Interestingly, the M2 Comp rides on a fixed suspension set-up. No adaptive dampers here, just one setting to get you to work, the grocery store, the dinner date, the canyon, and the track day. In this regard, job well done: Bumps, bangs, and crashes are well-damped, and body roll is controlled enough to justify that "Competition" badge out back. From behind the steering wheel, the car feels a bit tall, but that boils down to the driving position and the platform. You quickly get used to it.
Braking is another matter. Initially, those big iron M stoppers have great firmness and stopping power, but thanks to (presumably) overactive traction and stability control taxing the brakes between braking zones, the pedal goes soft after a short blast through the switchbacks. Even if you're prudent with the throttle, and even if you stay off the brakes, the brake pedal is noticeably softer. Stopping power isn't unduly affected, but we can't say it wouldn't be if you continued to push.
This speaks to a problem found in many of BMW's modern M cars; an overabundance of pavement-cracking power. We know, we know—just a few paragraphs above, we mentioned how much we like the extra oomph compared to the older M2. That still stands, and we'd rather have too much rather than too little in this case, but balance between braking and power application would be the ideal solution. Regardless, unless you really want to pirouette something fierce, keep the nannies on and save the smoky stuff for the track.
Perfect for the Daily Hustle
When you've had your fill of fun, turn back onto the highway, put everything back in comfort, and marvel at how well this riotous little bruiser settles into its softer side. Again, there's no adaptive suspension, but the ride is more than pliant for daily use; even over ill-maintained LA-area expansion joints and unexpected crags, the ride is not so jarring you'd tire after a few days of rough commutes. Couple that to an interior dressed in the same finery expected of the BMW badge up front, and this is a choice little driver.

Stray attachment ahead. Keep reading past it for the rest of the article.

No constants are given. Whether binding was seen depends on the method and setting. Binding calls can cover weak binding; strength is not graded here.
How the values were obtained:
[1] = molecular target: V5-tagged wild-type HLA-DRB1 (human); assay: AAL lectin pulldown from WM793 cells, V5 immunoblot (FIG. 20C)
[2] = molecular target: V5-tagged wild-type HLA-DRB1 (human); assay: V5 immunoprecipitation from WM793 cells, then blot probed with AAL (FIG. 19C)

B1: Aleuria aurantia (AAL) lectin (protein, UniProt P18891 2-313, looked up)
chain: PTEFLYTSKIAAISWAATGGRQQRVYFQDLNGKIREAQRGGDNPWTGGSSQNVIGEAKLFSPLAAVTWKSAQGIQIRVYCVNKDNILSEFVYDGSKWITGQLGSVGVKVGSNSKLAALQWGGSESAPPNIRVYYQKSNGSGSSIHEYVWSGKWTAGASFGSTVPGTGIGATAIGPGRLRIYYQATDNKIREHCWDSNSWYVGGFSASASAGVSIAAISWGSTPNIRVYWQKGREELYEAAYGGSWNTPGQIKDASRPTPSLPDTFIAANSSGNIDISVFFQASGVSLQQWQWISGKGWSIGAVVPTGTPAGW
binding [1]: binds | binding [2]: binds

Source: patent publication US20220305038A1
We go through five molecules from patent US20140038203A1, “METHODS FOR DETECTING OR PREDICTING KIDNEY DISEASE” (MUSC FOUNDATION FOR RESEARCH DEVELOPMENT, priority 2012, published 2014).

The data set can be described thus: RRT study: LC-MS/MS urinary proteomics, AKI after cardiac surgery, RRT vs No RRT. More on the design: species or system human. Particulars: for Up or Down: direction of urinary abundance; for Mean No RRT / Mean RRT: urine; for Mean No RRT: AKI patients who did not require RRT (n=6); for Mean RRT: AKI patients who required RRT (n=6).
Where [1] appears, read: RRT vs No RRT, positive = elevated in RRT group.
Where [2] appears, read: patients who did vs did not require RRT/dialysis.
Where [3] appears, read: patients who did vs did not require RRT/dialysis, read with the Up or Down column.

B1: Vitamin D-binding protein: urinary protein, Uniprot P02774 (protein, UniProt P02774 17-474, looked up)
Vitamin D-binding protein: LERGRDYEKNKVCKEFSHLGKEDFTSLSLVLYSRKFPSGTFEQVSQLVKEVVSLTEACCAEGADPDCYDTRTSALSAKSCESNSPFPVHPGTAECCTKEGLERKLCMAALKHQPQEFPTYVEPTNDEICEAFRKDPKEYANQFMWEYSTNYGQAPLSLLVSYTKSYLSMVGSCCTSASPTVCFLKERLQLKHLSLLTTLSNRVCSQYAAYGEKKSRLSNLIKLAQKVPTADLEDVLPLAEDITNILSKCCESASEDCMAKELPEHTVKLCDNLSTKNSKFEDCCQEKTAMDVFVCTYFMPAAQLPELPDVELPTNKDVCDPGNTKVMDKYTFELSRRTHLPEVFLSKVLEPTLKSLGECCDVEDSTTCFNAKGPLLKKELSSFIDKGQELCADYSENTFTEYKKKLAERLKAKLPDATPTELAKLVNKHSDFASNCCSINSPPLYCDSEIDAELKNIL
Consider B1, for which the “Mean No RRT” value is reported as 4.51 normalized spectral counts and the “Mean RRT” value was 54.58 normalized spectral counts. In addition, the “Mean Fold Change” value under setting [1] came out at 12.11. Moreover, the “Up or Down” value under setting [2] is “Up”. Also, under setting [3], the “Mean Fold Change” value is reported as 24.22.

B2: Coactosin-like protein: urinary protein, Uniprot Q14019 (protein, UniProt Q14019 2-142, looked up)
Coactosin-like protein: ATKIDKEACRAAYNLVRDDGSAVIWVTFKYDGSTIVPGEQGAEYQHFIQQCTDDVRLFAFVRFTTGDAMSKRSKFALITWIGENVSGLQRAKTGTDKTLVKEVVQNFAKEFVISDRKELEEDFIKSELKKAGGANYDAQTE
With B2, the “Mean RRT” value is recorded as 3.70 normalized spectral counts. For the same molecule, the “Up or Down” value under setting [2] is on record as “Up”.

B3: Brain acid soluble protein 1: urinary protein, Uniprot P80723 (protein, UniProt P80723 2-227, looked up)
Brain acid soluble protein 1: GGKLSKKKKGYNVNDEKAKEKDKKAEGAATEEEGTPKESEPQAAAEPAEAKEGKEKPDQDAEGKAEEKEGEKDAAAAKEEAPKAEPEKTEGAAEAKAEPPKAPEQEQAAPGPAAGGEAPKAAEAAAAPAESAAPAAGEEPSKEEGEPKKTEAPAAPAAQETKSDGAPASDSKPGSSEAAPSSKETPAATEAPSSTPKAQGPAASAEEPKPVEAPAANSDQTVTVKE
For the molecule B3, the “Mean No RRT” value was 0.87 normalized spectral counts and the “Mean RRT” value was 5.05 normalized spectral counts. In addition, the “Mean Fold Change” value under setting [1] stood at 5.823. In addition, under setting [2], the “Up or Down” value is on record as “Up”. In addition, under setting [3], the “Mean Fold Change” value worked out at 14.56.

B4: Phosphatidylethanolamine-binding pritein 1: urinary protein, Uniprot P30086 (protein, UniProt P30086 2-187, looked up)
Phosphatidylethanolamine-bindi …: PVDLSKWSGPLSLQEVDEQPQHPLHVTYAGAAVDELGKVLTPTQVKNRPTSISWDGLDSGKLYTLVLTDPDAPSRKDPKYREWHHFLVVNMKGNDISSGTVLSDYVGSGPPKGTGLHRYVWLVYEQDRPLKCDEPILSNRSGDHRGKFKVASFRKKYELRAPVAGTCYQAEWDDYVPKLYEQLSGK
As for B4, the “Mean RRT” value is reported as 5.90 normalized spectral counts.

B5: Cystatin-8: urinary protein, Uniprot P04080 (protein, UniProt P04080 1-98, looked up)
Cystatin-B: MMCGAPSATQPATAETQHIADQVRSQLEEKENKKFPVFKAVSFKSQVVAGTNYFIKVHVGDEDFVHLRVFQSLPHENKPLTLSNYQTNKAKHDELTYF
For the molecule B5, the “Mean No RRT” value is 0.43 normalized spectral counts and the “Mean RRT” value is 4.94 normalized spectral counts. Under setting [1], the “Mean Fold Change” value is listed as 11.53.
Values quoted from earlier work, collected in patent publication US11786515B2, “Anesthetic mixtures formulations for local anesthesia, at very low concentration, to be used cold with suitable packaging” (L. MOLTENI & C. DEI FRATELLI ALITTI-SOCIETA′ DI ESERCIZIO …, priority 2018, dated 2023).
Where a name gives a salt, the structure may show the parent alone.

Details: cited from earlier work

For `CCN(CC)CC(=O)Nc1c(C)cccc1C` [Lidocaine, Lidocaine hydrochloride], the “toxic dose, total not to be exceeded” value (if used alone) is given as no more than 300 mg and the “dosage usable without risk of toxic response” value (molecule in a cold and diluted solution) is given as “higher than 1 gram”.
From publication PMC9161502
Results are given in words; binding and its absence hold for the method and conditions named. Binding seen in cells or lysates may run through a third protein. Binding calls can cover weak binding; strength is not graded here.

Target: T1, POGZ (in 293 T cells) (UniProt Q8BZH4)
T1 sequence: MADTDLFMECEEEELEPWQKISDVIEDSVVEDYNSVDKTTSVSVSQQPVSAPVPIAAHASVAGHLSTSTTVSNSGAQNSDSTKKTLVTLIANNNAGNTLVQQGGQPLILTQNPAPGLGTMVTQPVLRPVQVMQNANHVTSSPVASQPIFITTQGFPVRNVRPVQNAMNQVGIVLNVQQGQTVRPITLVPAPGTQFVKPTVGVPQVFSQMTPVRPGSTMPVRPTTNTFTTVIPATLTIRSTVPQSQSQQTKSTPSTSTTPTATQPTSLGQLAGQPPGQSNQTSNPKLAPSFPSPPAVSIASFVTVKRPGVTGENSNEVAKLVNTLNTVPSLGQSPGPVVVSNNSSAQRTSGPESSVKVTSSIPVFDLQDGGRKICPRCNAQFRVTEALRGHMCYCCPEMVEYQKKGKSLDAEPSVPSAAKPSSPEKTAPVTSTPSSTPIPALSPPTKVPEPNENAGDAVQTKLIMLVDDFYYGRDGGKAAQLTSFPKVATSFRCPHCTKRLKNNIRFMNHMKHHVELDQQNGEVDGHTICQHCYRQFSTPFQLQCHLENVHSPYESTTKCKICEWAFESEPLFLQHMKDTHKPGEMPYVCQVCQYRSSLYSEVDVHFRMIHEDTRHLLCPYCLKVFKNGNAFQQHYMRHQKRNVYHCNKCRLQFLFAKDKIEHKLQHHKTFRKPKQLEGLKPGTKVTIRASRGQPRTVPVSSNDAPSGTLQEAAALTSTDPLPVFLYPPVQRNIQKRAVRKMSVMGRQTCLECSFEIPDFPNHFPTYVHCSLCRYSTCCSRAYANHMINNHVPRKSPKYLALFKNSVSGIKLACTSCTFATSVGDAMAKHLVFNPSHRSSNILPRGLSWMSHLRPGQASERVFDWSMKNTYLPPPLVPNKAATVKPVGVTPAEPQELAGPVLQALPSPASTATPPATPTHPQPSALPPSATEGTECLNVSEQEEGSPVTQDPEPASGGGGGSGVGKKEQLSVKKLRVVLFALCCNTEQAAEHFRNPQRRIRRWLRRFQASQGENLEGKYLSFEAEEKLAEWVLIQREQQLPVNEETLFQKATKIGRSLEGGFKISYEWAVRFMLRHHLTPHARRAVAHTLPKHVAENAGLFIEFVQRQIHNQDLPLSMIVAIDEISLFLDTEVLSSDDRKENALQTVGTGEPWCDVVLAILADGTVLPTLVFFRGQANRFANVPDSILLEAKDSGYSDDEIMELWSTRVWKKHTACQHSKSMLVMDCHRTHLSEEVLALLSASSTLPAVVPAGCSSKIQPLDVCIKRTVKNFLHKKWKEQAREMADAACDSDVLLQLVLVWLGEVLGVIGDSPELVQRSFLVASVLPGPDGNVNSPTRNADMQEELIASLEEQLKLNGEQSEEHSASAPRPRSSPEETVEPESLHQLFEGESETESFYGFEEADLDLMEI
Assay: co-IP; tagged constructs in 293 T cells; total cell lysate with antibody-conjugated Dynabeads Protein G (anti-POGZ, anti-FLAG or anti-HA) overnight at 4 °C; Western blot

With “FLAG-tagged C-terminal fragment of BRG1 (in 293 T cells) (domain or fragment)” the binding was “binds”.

It gets better. A traditional trunk space swallows up luggage, groceries, and toilet paper, while a small backseat area serves as the perfect backpack, snack shelf, and overflow space for longer trips, especially since you can fold those rear seats down. In a pinch, we suppose you could stuff a pair of friends back there—but don't give us grief if that friendship soon fades. Trust us, there isn't much room back there.
(Mostly) Nothing But Smiles
The biggest problem we had with the M2 Comp is the same problem we had with the regular M2: Its 13.7-gallon tank is sucked down from full to empty like it's sprung a leak. We're not sure if it's a combination of that 3.0-liter guzzler or the aforementioned size, but we filled up much, much more often than we we're used to in something with fewer than eight cylinders.
If you squint hard enough, it's a bit of a bargain too. With prices starting at just under $60,000, our loaded-to-the-brim example stickered for $67,045, not a bad price considering that wouldn't even get you in the base Porsche 718 Cayman S. That means you'd settle for the standard 718 Cayman, and even with $10,000 in options, you'd still be down 105 hp and 120 lb-ft to the M2 Competition.
Aside from the small tank, though, it's all smiles. Tremendously quick, extremely powerful, and effortlessly usable, the M2 Competition is one of our top picks for a daily driver sports car—if you absolutely don't need usable rear seats and you're ok with the M2 Comp's relatively small size.
2020 BMW M2 Competition TL;DR
- A huge, much-needed boost from old M2
- Packs an extremely potent 405-hp wallop
- Perfect size, refinement for daily use sports car
- All smiles aside from small gas tank and aggressive traction control
|2020 BMW M2 Competition Specifications|
|PRICE||$59,895/ $67,045 (base/as tested)|
|ENGINE||3.0L turbo DOHC 24-valve I-6/405 hp @ 5,230-7,000 rpm, 406 lb-ft @ 2,350-5,230 rpm|
|TRANSMISSION||7-speed dual-clutch automatic|
|LAYOUT||2-door, 4-passenger, front-engine, RWD coupe|
|EPA MILEAGE||18/25 mpg (city/hwy)|
|L x W x H||176.2 x 73.0 x 55.5 in|
|0-60 MPH||4.0 sec|
|TOP SPEED||155 mph (174 mph w/ M Driver's Package)|